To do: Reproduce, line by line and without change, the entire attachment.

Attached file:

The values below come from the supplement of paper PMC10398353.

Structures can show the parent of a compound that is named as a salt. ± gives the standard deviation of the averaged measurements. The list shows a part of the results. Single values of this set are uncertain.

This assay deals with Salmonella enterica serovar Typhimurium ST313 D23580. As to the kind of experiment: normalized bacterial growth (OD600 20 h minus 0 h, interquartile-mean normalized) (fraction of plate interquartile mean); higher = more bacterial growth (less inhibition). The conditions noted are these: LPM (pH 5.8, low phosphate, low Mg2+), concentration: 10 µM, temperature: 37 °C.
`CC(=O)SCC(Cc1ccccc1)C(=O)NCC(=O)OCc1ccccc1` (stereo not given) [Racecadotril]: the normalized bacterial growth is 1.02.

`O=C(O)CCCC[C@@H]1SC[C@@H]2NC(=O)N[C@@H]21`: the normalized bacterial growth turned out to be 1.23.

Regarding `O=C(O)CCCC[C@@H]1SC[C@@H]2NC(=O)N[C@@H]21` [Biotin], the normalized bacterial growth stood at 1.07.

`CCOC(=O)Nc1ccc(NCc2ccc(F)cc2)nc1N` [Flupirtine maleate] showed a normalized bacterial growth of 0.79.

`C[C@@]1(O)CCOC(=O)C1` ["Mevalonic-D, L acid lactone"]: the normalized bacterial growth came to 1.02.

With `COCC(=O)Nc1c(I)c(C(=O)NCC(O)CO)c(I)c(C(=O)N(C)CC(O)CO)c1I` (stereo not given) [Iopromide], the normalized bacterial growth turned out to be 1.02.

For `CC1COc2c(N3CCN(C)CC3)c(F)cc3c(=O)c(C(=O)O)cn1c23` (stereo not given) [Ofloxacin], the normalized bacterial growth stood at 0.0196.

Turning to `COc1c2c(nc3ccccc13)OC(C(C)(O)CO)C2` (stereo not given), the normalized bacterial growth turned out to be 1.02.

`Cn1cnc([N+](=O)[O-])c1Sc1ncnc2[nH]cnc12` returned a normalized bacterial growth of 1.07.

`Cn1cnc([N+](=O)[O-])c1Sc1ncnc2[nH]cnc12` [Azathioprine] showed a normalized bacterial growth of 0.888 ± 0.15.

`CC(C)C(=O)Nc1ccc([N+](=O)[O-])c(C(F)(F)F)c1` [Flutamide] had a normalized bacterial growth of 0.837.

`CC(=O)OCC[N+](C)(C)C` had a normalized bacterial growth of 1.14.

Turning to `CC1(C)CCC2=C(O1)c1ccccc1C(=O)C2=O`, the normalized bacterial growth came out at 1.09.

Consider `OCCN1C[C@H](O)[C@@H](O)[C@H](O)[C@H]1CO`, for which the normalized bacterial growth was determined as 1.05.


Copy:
The values below come from the supplement of paper PMC10398353.

Structures can show the parent of a compound that is named as a salt. ± gives the standard deviation of the averaged measurements. The list shows a part of the results. Single values of this set are uncertain.

This assay deals with Salmonella enterica serovar Typhimurium ST313 D23580. As to the kind of experiment: normalized bacterial growth (OD600 20 h minus 0 h, interquartile-mean normalized) (fraction of plate interquartile mean); higher = more bacterial growth (less inhibition). The conditions noted are these: LPM (pH 5.8, low phosphate, low Mg2+), concentration: 10 µM, temperature: 37 °C.
`CC(=O)SCC(Cc1ccccc1)C(=O)NCC(=O)OCc1ccccc1` (stereo not given) [Racecadotril]: the normalized bacterial growth is 1.02.

`O=C(O)CCCC[C@@H]1SC[C@@H]2NC(=O)N[C@@H]21`: the normalized bacterial growth turned out to be 1.23.

Regarding `O=C(O)CCCC[C@@H]1SC[C@@H]2NC(=O)N[C@@H]21` [Biotin], the normalized bacterial growth stood at 1.07.

`CCOC(=O)Nc1ccc(NCc2ccc(F)cc2)nc1N` [Flupirtine maleate] showed a normalized bacterial growth of 0.79.

`C[C@@]1(O)CCOC(=O)C1` ["Mevalonic-D, L acid lactone"]: the normalized bacterial growth came to 1.02.

With `COCC(=O)Nc1c(I)c(C(=O)NCC(O)CO)c(I)c(C(=O)N(C)CC(O)CO)c1I` (stereo not given) [Iopromide], the normalized bacterial growth turned out to be 1.02.

For `CC1COc2c(N3CCN(C)CC3)c(F)cc3c(=O)c(C(=O)O)cn1c23` (stereo not given) [Ofloxacin], the normalized bacterial growth stood at 0.0196.

Turning to `COc1c2c(nc3ccccc13)OC(C(C)(O)CO)C2` (stereo not given), the normalized bacterial growth turned out to be 1.02.

`Cn1cnc([N+](=O)[O-])c1Sc1ncnc2[nH]cnc12` returned a normalized bacterial growth of 1.07.

`Cn1cnc([N+](=O)[O-])c1Sc1ncnc2[nH]cnc12` [Azathioprine] showed a normalized bacterial growth of 0.888 ± 0.15.

`CC(C)C(=O)Nc1ccc([N+](=O)[O-])c(C(F)(F)F)c1` [Flutamide] had a normalized bacterial growth of 0.837.

`CC(=O)OCC[N+](C)(C)C` had a normalized bacterial growth of 1.14.

Turning to `CC1(C)CCC2=C(O1)c1ccccc1C(=O)C2=O`, the normalized bacterial growth came out at 1.09.

Consider `OCCN1C[C@H](O)[C@@H](O)[C@H](O)[C@H]1CO`, for which the normalized bacterial growth was determined as 1.05.